South Africa has privacy legislation in the form of the Protection of Personal Information Act, 2013 ("POPIA").To date, the most of POPIA is still not in force and effect. In Africa, only 15 of 54 countries have some form of privacy legislation in place. In the absence of active and adaptive legislation (i.e. legislation that can quickly adapt to changes in technological advancements) and more detailed guidelines on the development of 4IR technology, including issuing guidelines and best practices for the ethical adoption of AI and making Privacy by Design a more prescriptive requirement, the privacy rights of individuals and corporations remain at risk.
Companies and government departments investing in the development of 4IR technologies would do well to pre-empt privacy-related issues and ensure that privacy rights of citizens are kept at the forefront of the development process. Training of development teams on privacy laws and rights, including training on Privacy by Design and the ethical and legal implications of AI, is critical.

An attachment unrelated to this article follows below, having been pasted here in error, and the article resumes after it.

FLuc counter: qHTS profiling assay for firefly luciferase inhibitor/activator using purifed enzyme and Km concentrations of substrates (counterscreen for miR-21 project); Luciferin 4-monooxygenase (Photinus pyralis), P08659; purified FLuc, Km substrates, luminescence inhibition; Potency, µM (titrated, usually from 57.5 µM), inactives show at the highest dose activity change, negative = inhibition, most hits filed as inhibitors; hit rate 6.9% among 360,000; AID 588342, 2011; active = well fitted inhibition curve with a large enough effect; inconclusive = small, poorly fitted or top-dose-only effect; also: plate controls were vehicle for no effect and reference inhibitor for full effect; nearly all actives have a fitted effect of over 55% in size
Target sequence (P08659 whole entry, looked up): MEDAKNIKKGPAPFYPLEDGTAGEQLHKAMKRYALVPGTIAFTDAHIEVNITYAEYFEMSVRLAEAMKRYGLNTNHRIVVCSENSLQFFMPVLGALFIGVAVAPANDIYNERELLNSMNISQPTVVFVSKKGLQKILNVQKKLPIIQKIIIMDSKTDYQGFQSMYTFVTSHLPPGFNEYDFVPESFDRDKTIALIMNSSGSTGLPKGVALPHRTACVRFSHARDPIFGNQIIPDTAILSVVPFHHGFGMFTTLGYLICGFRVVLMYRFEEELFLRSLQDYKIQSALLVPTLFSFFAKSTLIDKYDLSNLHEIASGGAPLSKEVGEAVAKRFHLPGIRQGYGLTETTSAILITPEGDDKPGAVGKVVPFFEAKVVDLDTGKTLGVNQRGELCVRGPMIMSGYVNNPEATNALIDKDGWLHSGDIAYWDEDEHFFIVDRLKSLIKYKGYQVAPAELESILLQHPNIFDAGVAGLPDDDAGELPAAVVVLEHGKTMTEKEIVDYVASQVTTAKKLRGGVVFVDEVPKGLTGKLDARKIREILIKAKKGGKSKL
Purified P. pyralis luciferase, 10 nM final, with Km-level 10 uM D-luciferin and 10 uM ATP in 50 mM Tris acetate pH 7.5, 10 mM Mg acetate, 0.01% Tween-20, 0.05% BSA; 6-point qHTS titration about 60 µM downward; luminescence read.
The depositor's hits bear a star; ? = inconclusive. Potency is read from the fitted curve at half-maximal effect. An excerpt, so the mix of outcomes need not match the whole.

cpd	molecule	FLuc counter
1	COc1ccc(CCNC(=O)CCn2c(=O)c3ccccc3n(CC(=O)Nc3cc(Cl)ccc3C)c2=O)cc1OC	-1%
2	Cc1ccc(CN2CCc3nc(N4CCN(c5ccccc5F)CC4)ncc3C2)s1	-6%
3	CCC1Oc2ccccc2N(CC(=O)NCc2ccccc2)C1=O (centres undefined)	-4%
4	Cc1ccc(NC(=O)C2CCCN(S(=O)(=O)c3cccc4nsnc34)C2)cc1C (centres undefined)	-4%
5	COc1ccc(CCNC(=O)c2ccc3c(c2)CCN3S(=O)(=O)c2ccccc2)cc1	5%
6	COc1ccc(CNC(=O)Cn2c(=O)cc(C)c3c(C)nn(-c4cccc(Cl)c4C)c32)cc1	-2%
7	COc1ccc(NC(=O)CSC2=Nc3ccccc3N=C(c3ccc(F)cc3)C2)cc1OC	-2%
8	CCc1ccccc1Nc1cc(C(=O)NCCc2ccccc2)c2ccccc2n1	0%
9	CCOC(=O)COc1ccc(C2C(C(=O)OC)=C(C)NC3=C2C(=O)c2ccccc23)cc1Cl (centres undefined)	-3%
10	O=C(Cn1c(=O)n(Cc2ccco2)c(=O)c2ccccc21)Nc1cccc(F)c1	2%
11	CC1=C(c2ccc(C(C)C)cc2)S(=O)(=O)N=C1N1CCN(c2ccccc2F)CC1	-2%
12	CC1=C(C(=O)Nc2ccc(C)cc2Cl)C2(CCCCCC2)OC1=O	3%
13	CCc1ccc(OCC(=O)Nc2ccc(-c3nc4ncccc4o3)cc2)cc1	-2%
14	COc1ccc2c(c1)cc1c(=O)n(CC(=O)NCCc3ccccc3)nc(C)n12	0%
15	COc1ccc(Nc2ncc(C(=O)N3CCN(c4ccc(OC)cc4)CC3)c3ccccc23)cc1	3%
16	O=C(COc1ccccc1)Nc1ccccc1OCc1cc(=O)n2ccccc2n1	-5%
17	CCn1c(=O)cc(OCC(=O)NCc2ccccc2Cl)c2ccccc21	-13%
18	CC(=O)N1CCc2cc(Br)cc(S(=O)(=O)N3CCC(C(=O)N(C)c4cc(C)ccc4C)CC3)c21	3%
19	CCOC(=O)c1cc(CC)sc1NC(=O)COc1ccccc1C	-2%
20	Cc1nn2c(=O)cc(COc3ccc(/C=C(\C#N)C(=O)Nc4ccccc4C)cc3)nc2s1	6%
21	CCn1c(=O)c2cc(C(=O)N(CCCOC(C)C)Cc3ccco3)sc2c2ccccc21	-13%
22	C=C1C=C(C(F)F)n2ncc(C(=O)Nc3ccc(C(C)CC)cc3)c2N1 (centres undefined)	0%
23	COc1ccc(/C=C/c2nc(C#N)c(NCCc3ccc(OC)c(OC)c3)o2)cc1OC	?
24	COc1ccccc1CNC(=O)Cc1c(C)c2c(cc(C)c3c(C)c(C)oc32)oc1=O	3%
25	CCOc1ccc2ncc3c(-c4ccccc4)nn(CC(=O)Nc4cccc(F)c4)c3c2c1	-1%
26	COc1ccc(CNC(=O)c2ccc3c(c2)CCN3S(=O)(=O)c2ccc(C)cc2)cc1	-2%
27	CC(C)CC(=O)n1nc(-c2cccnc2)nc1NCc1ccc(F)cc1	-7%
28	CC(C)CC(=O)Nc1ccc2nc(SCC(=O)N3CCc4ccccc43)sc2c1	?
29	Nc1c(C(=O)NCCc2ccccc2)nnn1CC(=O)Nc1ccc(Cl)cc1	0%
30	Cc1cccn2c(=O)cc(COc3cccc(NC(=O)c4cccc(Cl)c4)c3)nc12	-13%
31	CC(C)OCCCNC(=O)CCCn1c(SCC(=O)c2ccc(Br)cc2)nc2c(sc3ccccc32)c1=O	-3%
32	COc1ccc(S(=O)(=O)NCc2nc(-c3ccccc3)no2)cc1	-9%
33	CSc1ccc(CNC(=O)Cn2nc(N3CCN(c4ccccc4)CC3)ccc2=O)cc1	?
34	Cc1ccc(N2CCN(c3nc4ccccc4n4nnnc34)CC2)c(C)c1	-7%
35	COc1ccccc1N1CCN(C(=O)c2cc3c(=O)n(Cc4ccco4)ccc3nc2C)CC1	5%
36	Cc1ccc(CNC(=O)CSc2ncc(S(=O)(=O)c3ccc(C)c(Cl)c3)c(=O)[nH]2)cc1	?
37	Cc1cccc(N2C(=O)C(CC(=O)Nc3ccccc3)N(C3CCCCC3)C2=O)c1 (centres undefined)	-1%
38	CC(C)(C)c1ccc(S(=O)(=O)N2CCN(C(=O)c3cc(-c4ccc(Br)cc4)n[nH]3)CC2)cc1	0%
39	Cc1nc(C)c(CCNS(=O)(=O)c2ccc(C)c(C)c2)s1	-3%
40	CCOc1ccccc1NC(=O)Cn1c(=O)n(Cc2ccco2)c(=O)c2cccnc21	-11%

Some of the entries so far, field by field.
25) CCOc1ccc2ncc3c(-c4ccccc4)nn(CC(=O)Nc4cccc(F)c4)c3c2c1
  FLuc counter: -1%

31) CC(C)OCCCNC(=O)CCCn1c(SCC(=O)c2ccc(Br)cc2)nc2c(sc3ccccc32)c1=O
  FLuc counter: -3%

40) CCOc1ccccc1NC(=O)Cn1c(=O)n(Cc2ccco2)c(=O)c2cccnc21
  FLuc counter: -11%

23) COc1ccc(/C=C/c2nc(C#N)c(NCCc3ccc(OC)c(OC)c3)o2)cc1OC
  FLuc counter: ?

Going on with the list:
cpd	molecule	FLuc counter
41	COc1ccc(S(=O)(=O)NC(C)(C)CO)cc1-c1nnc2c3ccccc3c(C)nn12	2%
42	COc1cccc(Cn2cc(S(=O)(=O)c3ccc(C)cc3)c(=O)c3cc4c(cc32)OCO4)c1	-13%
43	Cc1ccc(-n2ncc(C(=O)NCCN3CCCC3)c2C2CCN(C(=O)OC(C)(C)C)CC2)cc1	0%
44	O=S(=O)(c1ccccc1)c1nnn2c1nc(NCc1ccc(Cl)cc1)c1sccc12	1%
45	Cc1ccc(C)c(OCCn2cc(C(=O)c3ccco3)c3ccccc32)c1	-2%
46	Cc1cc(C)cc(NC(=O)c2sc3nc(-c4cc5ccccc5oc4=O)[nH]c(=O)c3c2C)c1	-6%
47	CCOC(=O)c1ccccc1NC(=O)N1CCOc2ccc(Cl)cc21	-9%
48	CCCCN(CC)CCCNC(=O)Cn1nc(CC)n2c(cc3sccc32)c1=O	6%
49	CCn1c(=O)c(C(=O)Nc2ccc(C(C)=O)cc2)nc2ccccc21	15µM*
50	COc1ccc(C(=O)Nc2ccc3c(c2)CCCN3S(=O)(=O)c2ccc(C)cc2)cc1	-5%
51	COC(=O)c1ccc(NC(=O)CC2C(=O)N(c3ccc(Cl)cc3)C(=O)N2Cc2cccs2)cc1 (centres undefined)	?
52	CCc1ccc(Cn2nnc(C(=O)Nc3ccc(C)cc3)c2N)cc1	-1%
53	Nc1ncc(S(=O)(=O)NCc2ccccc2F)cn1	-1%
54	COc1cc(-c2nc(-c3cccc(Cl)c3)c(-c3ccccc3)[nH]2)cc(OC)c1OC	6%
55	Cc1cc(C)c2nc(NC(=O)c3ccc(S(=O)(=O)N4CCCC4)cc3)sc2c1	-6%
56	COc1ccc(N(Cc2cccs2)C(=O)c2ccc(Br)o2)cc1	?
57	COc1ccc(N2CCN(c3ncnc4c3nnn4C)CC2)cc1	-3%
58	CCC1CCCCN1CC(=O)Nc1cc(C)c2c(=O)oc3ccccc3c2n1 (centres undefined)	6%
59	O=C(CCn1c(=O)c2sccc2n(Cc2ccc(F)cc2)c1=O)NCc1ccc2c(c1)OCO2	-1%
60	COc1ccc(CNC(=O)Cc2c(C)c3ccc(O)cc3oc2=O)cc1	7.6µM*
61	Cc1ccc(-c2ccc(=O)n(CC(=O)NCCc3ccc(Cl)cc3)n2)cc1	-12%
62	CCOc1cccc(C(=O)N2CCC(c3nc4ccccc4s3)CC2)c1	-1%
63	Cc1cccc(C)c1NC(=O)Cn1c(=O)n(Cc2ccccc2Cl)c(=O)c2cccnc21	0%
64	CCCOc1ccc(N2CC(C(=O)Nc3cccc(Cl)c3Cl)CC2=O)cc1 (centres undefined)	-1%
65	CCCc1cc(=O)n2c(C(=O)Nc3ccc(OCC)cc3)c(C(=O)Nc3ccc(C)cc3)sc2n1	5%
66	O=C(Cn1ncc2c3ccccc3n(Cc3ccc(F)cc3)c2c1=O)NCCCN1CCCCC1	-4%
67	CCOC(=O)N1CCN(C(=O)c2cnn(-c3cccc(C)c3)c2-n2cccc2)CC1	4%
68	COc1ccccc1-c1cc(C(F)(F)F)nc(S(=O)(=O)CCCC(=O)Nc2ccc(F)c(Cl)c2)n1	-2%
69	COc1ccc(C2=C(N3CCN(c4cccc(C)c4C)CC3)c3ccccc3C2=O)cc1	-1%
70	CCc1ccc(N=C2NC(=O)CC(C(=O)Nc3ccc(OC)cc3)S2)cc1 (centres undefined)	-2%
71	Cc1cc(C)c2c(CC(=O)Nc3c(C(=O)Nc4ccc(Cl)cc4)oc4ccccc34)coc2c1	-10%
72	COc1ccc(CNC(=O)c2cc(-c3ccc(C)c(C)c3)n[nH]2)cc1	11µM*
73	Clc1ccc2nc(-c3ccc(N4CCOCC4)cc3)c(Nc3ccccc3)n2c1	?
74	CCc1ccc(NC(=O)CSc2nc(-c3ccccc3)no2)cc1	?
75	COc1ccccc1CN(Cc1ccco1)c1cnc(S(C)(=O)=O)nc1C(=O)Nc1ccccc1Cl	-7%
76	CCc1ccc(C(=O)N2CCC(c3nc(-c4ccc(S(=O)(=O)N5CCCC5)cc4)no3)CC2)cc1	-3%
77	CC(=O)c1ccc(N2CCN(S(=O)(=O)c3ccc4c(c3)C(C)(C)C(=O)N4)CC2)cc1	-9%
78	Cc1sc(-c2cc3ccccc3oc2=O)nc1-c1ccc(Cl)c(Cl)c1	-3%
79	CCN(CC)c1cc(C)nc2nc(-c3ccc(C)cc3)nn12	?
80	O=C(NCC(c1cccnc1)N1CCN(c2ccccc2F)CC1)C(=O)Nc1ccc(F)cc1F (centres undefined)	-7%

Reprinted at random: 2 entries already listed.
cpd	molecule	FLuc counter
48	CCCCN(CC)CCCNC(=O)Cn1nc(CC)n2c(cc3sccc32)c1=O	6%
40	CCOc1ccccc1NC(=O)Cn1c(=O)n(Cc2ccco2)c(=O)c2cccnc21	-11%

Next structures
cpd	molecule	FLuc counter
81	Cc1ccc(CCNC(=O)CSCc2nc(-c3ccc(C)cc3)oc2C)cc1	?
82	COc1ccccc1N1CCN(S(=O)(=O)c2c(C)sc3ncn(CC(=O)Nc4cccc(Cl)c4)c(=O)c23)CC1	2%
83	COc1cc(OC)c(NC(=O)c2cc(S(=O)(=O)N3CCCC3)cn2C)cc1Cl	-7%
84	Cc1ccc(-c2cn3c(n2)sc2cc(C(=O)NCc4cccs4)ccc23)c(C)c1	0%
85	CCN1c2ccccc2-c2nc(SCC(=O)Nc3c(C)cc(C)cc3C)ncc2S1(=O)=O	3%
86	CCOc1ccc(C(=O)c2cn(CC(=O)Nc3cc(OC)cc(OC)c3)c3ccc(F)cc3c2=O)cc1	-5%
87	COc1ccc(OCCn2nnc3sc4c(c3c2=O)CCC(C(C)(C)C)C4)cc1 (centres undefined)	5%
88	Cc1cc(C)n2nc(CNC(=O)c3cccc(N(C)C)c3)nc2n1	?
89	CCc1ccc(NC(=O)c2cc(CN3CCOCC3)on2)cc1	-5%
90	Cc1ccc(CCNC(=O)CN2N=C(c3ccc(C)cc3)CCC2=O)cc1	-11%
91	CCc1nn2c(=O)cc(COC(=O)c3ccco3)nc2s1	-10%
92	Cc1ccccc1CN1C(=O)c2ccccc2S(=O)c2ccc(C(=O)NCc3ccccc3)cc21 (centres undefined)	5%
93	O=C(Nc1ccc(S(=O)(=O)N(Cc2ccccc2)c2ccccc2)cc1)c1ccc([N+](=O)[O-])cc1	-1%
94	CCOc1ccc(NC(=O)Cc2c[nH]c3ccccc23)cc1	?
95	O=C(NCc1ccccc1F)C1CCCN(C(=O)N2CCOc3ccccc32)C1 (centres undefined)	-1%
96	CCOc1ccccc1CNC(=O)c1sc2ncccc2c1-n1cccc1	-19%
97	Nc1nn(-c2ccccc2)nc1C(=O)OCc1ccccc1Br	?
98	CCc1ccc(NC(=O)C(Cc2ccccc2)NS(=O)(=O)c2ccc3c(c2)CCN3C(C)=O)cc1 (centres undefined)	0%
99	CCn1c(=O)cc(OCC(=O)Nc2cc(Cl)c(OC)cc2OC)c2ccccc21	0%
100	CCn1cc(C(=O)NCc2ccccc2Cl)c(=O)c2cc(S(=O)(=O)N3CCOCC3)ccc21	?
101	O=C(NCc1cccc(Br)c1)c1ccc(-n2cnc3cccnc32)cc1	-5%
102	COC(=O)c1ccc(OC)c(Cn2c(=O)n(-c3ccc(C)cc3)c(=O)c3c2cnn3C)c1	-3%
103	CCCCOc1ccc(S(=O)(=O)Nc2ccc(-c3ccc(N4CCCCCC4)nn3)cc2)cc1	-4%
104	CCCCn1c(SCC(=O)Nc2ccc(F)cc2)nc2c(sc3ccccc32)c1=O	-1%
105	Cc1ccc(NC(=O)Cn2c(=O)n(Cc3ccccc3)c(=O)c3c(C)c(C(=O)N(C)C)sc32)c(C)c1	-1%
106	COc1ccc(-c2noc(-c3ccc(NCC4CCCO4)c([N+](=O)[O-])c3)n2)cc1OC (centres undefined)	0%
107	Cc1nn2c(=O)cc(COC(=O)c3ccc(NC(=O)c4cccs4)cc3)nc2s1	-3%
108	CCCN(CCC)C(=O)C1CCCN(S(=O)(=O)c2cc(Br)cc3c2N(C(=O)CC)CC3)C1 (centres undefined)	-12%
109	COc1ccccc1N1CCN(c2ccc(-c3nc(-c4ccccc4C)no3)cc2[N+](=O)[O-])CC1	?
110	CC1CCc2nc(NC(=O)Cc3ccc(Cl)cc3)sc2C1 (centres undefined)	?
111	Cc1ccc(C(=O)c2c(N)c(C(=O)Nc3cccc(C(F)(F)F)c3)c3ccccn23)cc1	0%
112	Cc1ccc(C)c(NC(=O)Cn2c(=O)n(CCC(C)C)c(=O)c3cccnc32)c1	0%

POPIA in brief
POPIA requires that a responsible party must ensure that the eight conditions for lawfully processing of personal information are complied with. In this week's edition, we cover processing condition 1, Accountability. We also compare this to the relevant corresponding provision under the General Data Protection Regulation 2016/679 ("GDPR"), being article 5(2).
POPIA: processing condition 1. The responsible party must ensure that the processing conditions in Chapter 3 of POPIA, and all the measures that give effect to such conditions, are complied with at the time of the determination of the purpose and means of the processing and during the processing itself.
GDPR: article 5(2): The controller shall be responsible for, and be able to demonstrate compliance with, the processing principles set out in article 5(1) of the GDPR (referred to as the "accountability" principle).
ENSpired (compliance) tip of the week
Two critical aspects which responsible parties should consider as part of demonstrating accountability is the formal appointment of an information officer and ensuring that accountability documents (i.e. policies, procedures and practices) are drafted, implemented, monitored and maintained.
In terms of section 109(3) of POPIA, the Information Regulator must take certain matters into consideration when determining an appropriate fine for a breach of POPIA, including any failure to carry out a risk assessment or a failure to enforce suitable policies, procedures and practices to protect personal information.